large number of prominent archaeologists have hailed this
nd as the earliest pre-Columbian writing.[65] Others
are skeptical because of the stones singularity, the fact
that it had been removed from any archaeological context, and because it bears no apparent resemblance to any
other Mesoamerican writing system.[66]

Altar 5 from La Venta. The inert were-jaguar baby held by the

central gure is seen by some as an indication of child sacrice.
In contrast, its sides show bas-reliefs of humans holding quite
lively were-jaguar babies.


Bloodletting and sacrice speculation

There are also well-documented later hieroglyphs known

as "Epi-Olmec", and while there are some who believe
that Epi-Olmec may represent a transitional script between an earlier Olmec writing system and Mayan writing, the matter remains unsettled.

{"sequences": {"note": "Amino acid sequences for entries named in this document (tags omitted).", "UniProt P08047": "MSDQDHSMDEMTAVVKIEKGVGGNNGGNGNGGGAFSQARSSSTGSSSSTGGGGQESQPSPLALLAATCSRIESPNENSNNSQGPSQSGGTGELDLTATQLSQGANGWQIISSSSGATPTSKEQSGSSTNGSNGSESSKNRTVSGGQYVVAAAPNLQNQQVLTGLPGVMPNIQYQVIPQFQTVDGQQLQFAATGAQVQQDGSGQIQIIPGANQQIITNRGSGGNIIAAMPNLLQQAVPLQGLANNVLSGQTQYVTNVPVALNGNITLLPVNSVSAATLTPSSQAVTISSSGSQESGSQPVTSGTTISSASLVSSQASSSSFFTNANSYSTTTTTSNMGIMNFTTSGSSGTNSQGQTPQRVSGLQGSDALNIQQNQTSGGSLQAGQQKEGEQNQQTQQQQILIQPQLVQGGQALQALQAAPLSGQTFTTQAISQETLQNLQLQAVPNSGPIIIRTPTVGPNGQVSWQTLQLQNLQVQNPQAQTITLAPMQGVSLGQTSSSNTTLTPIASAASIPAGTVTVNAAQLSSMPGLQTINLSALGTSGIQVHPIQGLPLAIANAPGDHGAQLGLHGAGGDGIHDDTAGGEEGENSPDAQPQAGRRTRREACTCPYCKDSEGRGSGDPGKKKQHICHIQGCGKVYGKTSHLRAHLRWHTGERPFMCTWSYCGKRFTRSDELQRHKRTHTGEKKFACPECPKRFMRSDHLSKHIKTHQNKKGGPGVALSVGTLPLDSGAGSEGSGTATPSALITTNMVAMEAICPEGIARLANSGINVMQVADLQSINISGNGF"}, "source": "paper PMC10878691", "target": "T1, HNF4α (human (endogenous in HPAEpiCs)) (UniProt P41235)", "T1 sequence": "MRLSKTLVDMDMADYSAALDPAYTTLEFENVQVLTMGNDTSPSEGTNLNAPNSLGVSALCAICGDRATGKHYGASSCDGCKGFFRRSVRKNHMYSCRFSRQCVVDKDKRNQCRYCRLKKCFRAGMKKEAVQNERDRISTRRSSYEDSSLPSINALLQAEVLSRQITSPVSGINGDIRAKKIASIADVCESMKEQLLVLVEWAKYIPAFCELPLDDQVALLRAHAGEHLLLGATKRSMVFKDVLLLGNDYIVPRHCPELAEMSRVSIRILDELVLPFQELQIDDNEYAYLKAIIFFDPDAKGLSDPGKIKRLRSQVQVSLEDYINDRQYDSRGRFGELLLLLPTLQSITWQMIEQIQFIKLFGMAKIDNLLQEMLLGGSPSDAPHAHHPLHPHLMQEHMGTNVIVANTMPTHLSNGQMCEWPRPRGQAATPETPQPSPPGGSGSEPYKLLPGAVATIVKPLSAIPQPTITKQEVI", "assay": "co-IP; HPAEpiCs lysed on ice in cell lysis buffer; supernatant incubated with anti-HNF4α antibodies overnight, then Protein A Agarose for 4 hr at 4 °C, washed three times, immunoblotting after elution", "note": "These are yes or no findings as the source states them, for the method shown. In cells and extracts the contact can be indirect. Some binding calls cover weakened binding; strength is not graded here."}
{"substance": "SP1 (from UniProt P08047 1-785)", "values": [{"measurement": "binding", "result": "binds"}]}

5.3 Mesoamerican Long Count calendar

and invention of the zero concept

Although the archaeological record does not include

explicit representation of Olmec bloodletting,[54] researchers have found other evidence that the Olmec ritually practiced it. For example, numerous natural and ceramic stingray spikes and maguey thorns have been found
at Olmec sites,[55] and certain artifacts have been identied as bloodletters.[56]
The argument that the Olmec instituted human sacrice
is signicantly more speculative. No Olmec or Olmecinuenced sacricial artifacts have yet been discovered;
no Olmec or Olmec-inuenced artwork unambiguously
shows sacricial victims (as do the danzante gures of
Monte Albn) or scenes of human sacrice (such as can
be seen in the famous ballcourt mural from El Tajin).[57]
At the El Manat site, disarticulated skulls and femurs,
as well as the complete skeletons of newborn or unborn
children, have been discovered amidst the other oerings, leading to speculation concerning infant sacrice.
Scholars have not determined how the infants met their
deaths.[58] Some authors have associated infant sacrice
with Olmec ritual art showing limp were-jaguar babies,
most famously in La Ventas Altar 5 (on the right) or Las